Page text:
I was 18 back then. Now with my own kid, I understood why my niece acted that way. Kids really have a clear view of things around them. My own 3-year old already knows what shirt is better to wear. Anyway, that’s so much for these tips. Like Cath, I also treat my kid that way. I work hard and give him whatever he likes. I know it’s not too late to learn to say no.

  • Ken says:

    Good topic. We just spent over 200 dollars on my 9 yr old’s birthday….I never had anything close to that at his age…..I’m concerned that we’re setting unhealthy patterns. We need to have more talks with him about money and start some chores for him. Money and kids is a big issue.

  • Jerry says:

    Limits are so important. They are critical. They are your insurance policy for having well-adjusted kids, in my opinion. My parents were upper middle class and I never wanted for things but I also knew the value of work and I certainly never got something just because I asked for it. I didn’t have most things that my friends had. I think that kind of discipline leads to kids who appreciate the things they already have instead of wanting more.

  • Cash Saving Mum says:

    I completely agree, kids are expensive, even before they are born.

    One trick I learnt to save money on them was to reduce the portion sizes of our families meals, this way there is generally no food wasted at the end of each meal. If the kids want seconds, they can always go back for more, which is more than fine.

    This is a habit you can teach your children from a young age and in turn you will save food and money.

  • Rebecca says:

    I love this article. I try my best to mitigate the materialism that bombards my nieces (which sometimes even involves going against some of their own partents’ values.). I try to show them the ricness in sharing art, culture, music, and face-to-face stories as opposed to the packaged and unoriginal tripe that they are constantly subjected to on the tv, that encourages buying to fill that bottomless materialism pit. Hopefully some of my influence will take hold.

    I love your idea about the charity. Really teaches them how lucky they are and puts their own needs into perspective. Thanks for that idea. I will add it to my arsenal and continue to fight the good fight.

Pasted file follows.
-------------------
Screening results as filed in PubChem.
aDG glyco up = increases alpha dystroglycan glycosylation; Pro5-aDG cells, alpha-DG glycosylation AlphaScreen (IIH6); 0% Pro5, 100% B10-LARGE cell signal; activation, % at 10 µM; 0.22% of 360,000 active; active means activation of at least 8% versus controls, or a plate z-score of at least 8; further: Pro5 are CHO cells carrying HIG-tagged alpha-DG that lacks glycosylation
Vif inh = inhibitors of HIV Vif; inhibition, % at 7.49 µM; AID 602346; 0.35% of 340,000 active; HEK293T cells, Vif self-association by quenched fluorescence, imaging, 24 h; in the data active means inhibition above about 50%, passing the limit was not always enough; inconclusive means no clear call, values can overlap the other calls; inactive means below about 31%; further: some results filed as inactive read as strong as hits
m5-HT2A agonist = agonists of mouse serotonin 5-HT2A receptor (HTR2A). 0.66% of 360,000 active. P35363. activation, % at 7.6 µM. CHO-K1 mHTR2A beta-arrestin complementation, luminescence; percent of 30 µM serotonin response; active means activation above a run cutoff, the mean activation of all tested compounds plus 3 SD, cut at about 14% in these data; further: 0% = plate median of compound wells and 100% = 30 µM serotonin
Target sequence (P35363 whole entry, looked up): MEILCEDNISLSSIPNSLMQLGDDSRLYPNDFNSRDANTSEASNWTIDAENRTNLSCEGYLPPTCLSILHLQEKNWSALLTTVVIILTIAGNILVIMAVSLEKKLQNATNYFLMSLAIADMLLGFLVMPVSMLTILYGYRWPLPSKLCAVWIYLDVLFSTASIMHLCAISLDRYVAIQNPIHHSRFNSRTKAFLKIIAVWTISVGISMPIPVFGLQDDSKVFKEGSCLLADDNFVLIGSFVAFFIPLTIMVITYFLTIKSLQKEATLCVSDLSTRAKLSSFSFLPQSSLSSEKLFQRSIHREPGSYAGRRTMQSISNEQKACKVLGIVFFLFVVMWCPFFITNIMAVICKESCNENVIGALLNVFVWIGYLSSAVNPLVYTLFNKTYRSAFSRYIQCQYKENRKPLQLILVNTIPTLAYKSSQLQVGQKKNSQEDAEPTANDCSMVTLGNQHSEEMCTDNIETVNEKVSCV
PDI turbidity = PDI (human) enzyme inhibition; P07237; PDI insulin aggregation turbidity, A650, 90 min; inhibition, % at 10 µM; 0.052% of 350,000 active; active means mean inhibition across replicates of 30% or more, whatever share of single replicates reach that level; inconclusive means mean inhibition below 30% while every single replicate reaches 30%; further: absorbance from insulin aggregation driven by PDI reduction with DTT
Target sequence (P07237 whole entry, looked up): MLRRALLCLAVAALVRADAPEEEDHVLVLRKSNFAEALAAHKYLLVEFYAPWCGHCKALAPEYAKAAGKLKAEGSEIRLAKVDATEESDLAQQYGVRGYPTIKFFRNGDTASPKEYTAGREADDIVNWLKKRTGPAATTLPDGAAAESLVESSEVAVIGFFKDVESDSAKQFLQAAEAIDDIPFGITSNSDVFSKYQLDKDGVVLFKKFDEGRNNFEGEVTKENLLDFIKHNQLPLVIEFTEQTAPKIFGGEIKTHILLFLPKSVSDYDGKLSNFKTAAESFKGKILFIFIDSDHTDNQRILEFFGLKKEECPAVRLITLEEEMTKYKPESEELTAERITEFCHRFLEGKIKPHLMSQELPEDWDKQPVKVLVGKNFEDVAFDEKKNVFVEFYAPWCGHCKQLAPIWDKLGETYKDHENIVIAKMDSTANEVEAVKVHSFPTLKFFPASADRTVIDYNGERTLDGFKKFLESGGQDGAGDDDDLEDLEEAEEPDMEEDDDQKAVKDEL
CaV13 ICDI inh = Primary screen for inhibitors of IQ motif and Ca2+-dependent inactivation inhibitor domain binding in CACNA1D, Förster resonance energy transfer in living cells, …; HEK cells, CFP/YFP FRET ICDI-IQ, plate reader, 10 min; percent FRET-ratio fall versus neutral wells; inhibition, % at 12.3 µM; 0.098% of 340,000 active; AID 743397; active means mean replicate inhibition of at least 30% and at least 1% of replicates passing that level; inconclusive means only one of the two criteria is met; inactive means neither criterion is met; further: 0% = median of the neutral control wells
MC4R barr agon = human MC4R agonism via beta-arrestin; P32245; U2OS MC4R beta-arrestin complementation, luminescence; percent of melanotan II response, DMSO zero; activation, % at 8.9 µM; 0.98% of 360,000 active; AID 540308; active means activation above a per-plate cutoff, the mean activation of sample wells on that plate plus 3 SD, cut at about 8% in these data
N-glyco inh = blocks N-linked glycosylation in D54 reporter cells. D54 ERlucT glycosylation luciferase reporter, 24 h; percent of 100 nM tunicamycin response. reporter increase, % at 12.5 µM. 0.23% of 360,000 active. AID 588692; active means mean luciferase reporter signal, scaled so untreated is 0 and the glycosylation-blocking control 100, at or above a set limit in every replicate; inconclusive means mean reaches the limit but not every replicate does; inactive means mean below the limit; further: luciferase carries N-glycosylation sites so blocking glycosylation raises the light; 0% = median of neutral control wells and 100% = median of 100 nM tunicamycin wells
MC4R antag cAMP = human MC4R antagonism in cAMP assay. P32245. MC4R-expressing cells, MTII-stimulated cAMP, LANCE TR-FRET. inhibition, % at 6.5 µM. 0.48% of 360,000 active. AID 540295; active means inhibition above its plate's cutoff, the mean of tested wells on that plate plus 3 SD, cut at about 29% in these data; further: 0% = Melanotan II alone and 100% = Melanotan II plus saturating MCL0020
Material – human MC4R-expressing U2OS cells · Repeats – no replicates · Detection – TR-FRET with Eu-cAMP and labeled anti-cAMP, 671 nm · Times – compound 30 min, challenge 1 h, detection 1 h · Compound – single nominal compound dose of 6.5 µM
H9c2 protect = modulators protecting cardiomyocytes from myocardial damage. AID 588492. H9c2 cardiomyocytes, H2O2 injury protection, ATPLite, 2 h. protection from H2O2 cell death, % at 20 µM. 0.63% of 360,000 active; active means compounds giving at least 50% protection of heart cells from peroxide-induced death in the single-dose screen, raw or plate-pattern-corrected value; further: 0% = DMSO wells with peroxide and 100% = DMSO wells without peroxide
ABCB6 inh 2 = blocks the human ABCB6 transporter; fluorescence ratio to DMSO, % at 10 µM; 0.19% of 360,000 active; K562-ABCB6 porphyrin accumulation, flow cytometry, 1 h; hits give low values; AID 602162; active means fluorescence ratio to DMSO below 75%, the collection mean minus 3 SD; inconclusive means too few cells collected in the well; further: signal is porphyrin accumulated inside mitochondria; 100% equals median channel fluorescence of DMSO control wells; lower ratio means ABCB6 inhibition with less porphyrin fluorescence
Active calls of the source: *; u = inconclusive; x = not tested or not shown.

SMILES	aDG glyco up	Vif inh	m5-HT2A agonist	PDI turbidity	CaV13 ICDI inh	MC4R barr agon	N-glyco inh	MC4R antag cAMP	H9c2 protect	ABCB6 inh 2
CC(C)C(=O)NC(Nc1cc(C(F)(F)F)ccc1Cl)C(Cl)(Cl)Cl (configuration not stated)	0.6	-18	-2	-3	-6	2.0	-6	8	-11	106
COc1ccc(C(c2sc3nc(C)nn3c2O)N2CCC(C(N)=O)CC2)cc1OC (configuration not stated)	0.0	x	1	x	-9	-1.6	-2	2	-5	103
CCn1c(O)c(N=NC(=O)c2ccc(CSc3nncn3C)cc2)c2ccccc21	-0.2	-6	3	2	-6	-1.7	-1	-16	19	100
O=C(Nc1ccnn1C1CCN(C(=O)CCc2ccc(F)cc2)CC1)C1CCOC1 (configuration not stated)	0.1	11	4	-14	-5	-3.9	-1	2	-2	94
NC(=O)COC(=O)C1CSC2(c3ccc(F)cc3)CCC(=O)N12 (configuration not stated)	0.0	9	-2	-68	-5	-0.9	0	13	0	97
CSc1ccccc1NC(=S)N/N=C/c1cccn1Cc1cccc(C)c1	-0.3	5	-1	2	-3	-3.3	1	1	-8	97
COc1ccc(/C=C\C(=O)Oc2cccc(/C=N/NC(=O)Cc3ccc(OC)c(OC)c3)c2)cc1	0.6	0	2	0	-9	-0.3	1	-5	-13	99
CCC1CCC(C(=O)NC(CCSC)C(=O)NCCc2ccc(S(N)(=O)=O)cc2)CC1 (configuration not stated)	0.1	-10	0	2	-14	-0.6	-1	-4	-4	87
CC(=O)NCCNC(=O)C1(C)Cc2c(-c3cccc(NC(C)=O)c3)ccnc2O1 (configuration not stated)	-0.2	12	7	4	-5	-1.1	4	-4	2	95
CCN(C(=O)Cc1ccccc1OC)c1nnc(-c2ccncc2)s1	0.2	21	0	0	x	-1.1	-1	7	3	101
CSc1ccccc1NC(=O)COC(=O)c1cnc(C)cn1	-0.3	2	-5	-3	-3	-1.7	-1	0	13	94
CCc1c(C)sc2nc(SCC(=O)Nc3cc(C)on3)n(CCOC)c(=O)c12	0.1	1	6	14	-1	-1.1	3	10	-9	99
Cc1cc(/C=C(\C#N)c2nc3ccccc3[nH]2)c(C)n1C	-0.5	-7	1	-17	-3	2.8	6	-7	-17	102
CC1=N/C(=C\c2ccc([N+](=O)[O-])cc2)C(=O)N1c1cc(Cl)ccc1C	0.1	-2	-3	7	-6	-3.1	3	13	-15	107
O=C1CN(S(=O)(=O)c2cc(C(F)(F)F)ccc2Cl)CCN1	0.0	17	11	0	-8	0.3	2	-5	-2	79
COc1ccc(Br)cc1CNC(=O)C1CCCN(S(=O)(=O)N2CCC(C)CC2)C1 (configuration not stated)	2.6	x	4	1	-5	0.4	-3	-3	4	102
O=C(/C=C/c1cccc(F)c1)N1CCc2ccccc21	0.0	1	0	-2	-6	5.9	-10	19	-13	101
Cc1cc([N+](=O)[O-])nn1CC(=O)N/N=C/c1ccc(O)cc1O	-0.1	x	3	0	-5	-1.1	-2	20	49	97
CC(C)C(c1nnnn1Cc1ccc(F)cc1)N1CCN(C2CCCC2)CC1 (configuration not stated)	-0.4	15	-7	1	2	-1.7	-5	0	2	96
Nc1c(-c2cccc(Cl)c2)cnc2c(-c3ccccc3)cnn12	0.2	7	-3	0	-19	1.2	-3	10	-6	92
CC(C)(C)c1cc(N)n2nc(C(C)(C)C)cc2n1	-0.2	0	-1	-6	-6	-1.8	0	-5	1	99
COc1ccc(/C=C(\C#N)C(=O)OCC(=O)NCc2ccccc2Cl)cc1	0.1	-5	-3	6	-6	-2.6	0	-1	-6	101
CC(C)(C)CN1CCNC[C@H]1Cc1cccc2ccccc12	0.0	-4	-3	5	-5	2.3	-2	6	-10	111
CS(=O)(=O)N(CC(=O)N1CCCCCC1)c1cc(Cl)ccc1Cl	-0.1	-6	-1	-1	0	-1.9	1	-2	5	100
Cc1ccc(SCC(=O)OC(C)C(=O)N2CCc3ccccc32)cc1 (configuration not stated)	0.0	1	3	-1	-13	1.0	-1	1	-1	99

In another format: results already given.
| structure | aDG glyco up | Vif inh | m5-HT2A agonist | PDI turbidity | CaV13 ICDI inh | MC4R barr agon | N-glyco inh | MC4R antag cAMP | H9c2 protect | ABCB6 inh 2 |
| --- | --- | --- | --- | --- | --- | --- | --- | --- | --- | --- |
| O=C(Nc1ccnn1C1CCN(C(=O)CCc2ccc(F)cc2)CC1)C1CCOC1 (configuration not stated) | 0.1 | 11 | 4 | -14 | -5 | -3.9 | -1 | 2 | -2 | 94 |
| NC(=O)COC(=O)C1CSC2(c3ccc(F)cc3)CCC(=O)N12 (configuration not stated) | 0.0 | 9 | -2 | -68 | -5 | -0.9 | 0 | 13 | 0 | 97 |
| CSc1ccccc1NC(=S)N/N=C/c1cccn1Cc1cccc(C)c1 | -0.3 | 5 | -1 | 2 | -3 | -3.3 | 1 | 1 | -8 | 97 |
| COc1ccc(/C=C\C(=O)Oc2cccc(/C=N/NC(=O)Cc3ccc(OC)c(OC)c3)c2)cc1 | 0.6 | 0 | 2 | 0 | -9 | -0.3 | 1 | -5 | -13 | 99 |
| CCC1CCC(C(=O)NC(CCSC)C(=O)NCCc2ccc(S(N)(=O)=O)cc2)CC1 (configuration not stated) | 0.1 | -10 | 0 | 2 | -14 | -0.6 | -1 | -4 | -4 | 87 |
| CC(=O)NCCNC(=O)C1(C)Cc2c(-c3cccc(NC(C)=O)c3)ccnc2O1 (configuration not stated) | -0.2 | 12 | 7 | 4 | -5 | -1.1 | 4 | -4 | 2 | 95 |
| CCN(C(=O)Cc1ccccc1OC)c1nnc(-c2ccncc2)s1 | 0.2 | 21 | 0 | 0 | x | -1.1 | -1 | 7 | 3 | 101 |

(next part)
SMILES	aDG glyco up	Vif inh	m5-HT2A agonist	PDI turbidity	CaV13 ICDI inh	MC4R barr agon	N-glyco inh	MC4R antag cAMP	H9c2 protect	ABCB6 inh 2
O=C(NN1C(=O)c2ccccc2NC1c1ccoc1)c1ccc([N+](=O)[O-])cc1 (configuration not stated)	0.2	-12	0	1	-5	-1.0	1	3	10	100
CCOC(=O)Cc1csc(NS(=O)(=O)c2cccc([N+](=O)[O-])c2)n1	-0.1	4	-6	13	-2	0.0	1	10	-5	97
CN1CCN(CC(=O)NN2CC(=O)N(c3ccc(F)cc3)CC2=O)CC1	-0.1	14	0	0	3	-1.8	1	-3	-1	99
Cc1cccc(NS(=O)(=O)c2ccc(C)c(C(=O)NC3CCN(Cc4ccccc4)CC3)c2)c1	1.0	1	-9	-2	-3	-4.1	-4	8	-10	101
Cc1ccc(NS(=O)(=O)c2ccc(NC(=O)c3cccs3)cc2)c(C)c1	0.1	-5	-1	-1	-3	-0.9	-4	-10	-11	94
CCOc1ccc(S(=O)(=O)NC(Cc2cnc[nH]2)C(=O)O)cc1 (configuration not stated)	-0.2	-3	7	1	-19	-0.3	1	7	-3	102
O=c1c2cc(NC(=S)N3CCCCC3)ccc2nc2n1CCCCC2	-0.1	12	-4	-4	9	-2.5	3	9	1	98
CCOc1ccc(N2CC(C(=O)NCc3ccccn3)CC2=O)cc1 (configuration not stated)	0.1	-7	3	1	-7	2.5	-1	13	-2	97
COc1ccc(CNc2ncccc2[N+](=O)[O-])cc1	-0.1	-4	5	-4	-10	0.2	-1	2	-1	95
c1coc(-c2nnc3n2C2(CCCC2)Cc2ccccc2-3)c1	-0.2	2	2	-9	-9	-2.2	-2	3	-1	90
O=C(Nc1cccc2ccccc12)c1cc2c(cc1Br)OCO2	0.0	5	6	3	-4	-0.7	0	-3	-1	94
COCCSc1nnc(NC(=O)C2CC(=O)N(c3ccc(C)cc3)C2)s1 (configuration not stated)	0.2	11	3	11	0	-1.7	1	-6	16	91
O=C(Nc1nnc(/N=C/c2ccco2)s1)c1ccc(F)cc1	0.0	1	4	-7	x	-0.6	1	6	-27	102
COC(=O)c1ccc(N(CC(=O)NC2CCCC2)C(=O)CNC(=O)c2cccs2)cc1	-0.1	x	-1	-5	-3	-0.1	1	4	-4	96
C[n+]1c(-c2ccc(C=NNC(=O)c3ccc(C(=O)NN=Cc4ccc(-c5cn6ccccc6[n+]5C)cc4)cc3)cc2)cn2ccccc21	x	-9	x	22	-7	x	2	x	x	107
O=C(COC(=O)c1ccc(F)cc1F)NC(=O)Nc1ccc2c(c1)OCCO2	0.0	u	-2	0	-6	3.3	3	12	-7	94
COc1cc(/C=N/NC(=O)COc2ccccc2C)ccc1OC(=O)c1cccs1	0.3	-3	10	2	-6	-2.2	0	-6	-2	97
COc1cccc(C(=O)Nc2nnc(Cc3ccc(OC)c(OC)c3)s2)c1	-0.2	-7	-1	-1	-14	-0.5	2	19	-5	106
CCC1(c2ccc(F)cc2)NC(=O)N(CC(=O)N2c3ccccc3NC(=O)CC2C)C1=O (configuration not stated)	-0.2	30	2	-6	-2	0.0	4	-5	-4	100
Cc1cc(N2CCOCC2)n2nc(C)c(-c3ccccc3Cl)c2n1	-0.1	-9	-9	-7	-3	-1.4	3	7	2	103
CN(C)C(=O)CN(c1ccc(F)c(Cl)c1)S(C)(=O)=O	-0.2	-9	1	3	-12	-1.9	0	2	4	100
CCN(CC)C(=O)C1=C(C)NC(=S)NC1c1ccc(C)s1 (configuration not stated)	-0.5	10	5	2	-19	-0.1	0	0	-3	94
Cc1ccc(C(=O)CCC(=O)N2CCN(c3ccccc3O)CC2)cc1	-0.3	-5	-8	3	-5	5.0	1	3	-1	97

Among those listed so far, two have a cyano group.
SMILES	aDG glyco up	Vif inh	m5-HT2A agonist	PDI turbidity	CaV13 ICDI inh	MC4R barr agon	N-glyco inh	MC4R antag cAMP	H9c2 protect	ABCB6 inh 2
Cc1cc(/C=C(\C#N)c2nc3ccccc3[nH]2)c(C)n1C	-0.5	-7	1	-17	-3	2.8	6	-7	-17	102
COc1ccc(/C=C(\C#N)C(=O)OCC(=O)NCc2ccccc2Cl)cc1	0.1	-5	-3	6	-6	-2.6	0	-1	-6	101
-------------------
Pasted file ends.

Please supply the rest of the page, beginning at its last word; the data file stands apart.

• Monroe on a Budget says:

    Amazing story about rental vs. buying a home. Anyway, on topic, the concept of having the kids help budget their personal expenses regardless of the formula that is used really does work well. My parents expected us to put half our money in a savings account to use for big ticket items such as summer camp expenses. And I settled on sending my daughter out to buy her own clothes (or encouraging aunties to take her shopping as their birthday gift) because I was annoyed with standing around in the waiting room.

  • Andy says:

    Great post and yes teaching them constraint at an early age will actually do them a lot of good in the future.

  • RayJay300 says:

    Wanted to say that I have no kids but I’m pretty sure that I would keep them well grounded like my family did me an my sister. I consider myself to be very much like them in personally and moral.

  • Squirrelers says:

    I like the idea of helping your kids pick a charity to donate to each year. That’s fantastic, and a way for them to realize that while money is certainly important, and you need to take care of yourself, people are ultimately more important. Generosity is an excellent habit for kids to learn.

    The topic of money and kids is one that really resonates with me. I think that like many other habits, good money management habits can be learned when young, and parents play the most important role in shaping these habit.

    Excellent post.

  • CreditShout says:

    This might be easier said than done but all parents should implement this practice into their lives. I hate seeing children that are spoiled and bratty. Teaching your children restraint will do nothing but help them later on in life.

  • Bill Dwight at FamZoo says: